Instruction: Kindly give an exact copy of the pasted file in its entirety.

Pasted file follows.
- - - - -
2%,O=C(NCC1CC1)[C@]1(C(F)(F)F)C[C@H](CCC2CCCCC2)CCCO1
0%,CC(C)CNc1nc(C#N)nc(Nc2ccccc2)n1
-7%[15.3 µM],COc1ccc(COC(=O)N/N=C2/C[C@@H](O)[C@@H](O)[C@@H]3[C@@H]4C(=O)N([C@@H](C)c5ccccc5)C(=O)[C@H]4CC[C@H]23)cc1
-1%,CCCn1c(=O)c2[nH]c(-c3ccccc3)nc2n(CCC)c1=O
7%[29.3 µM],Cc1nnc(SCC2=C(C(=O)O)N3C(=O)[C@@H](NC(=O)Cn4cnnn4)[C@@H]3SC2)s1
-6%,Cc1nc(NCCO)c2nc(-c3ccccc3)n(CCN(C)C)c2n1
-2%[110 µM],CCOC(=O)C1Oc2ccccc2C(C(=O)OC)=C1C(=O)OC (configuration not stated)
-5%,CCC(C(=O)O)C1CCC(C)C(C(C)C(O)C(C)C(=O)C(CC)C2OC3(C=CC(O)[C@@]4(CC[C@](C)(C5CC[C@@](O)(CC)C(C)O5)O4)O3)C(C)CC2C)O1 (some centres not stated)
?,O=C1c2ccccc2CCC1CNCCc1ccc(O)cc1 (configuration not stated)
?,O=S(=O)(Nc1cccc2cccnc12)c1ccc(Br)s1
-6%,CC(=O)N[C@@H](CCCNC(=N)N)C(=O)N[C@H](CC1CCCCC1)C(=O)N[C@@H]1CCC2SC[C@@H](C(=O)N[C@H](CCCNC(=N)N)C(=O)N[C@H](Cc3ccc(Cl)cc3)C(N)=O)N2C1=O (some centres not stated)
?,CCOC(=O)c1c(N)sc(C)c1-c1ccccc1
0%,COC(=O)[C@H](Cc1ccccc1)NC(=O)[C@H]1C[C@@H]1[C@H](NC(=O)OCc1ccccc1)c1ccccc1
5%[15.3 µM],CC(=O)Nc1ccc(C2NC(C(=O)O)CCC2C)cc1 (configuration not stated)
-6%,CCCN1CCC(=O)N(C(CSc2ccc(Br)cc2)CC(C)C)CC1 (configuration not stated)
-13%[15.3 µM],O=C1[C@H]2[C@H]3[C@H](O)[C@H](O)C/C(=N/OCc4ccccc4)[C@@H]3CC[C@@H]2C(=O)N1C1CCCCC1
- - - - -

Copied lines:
2%,O=C(NCC1CC1)[C@]1(C(F)(F)F)C[C@H](CCC2CCCCC2)CCCO1
0%,CC(C)CNc1nc(C#N)nc(Nc2ccccc2)n1
-7%[15.3 µM],COc1ccc(COC(=O)N/N=C2/C[C@@H](O)[C@@H](O)[C@@H]3[C@@H]4C(=O)N([C@@H](C)c5ccccc5)C(=O)[C@H]4CC[C@H]23)cc1
-1%,CCCn1c(=O)c2[nH]c(-c3ccccc3)nc2n(CCC)c1=O
7%[29.3 µM],Cc1nnc(SCC2=C(C(=O)O)N3C(=O)[C@@H](NC(=O)Cn4cnnn4)[C@@H]3SC2)s1
-6%,Cc1nc(NCCO)c2nc(-c3ccccc3)n(CCN(C)C)c2n1
-2%[110 µM],CCOC(=O)C1Oc2ccccc2C(C(=O)OC)=C1C(=O)OC (configuration not stated)
-5%,CCC(C(=O)O)C1CCC(C)C(C(C)C(O)C(C)C(=O)C(CC)C2OC3(C=CC(O)[C@@]4(CC[C@](C)(C5CC[C@@](O)(CC)C(C)O5)O4)O3)C(C)CC2C)O1 (some centres not stated)
?,O=C1c2ccccc2CCC1CNCCc1ccc(O)cc1 (configuration not stated)
?,O=S(=O)(Nc1cccc2cccnc12)c1ccc(Br)s1
-6%,CC(=O)N[C@@H](CCCNC(=N)N)C(=O)N[C@H](CC1CCCCC1)C(=O)N[C@@H]1CCC2SC[C@@H](C(=O)N[C@H](CCCNC(=N)N)C(=O)N[C@H](Cc3ccc(Cl)cc3)C(N)=O)N2C1=O (some centres not stated)
?,CCOC(=O)c1c(N)sc(C)c1-c1ccccc1
0%,COC(=O)[C@H](Cc1ccccc1)NC(=O)[C@H]1C[C@@H]1[C@H](NC(=O)OCc1ccccc1)c1ccccc1
5%[15.3 µM],CC(=O)Nc1ccc(C2NC(C(=O)O)CCC2C)cc1 (configuration not stated)
-6%,CCCN1CCC(=O)N(C(CSc2ccc(Br)cc2)CC(C)C)CC1 (configuration not stated)
-13%[15.3 µM],O=C1[C@H]2[C@H]3[C@H](O)[C@H](O)C/C(=N/OCc4ccccc4)[C@@H]3CC[C@@H]2C(=O)N1C1CCCCC1